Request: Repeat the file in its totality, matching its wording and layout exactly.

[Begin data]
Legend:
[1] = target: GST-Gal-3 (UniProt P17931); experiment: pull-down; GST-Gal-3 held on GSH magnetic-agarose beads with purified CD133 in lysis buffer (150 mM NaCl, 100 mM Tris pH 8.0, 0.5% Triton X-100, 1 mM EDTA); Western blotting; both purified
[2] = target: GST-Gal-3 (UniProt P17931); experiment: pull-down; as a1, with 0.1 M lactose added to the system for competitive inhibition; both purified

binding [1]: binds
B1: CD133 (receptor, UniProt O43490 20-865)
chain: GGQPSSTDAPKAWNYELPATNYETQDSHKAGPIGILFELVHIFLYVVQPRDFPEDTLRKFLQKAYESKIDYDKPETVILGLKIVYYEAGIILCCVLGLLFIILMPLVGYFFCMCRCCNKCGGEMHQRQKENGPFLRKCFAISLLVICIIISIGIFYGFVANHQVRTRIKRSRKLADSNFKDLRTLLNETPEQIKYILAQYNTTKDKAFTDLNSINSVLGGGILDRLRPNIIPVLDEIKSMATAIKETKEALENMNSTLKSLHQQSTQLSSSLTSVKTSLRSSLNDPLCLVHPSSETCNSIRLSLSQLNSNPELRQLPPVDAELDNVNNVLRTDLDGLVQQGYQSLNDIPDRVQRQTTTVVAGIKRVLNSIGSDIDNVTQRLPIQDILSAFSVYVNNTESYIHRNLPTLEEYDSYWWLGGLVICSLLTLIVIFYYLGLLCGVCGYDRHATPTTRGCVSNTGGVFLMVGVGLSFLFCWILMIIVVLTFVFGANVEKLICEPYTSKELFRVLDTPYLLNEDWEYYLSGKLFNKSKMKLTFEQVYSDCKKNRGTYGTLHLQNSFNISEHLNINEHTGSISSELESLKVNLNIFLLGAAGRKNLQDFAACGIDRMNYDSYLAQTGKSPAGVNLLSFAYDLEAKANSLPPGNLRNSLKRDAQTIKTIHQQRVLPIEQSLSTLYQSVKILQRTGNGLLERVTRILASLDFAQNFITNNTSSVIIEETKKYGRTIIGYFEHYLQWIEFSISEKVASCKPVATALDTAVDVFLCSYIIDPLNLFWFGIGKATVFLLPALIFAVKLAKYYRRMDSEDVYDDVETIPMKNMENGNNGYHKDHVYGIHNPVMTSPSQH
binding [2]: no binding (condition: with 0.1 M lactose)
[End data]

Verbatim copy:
Legend:
[1] = target: GST-Gal-3 (UniProt P17931); experiment: pull-down; GST-Gal-3 held on GSH magnetic-agarose beads with purified CD133 in lysis buffer (150 mM NaCl, 100 mM Tris pH 8.0, 0.5% Triton X-100, 1 mM EDTA); Western blotting; both purified
[2] = target: GST-Gal-3 (UniProt P17931); experiment: pull-down; as a1, with 0.1 M lactose added to the system for competitive inhibition; both purified

binding [1]: binds
B1: CD133 (receptor, UniProt O43490 20-865)
chain: GGQPSSTDAPKAWNYELPATNYETQDSHKAGPIGILFELVHIFLYVVQPRDFPEDTLRKFLQKAYESKIDYDKPETVILGLKIVYYEAGIILCCVLGLLFIILMPLVGYFFCMCRCCNKCGGEMHQRQKENGPFLRKCFAISLLVICIIISIGIFYGFVANHQVRTRIKRSRKLADSNFKDLRTLLNETPEQIKYILAQYNTTKDKAFTDLNSINSVLGGGILDRLRPNIIPVLDEIKSMATAIKETKEALENMNSTLKSLHQQSTQLSSSLTSVKTSLRSSLNDPLCLVHPSSETCNSIRLSLSQLNSNPELRQLPPVDAELDNVNNVLRTDLDGLVQQGYQSLNDIPDRVQRQTTTVVAGIKRVLNSIGSDIDNVTQRLPIQDILSAFSVYVNNTESYIHRNLPTLEEYDSYWWLGGLVICSLLTLIVIFYYLGLLCGVCGYDRHATPTTRGCVSNTGGVFLMVGVGLSFLFCWILMIIVVLTFVFGANVEKLICEPYTSKELFRVLDTPYLLNEDWEYYLSGKLFNKSKMKLTFEQVYSDCKKNRGTYGTLHLQNSFNISEHLNINEHTGSISSELESLKVNLNIFLLGAAGRKNLQDFAACGIDRMNYDSYLAQTGKSPAGVNLLSFAYDLEAKANSLPPGNLRNSLKRDAQTIKTIHQQRVLPIEQSLSTLYQSVKILQRTGNGLLERVTRILASLDFAQNFITNNTSSVIIEETKKYGRTIIGYFEHYLQWIEFSISEKVASCKPVATALDTAVDVFLCSYIIDPLNLFWFGIGKATVFLLPALIFAVKLAKYYRRMDSEDVYDDVETIPMKNMENGNNGYHKDHVYGIHNPVMTSPSQH
binding [2]: no binding (condition: with 0.1 M lactose)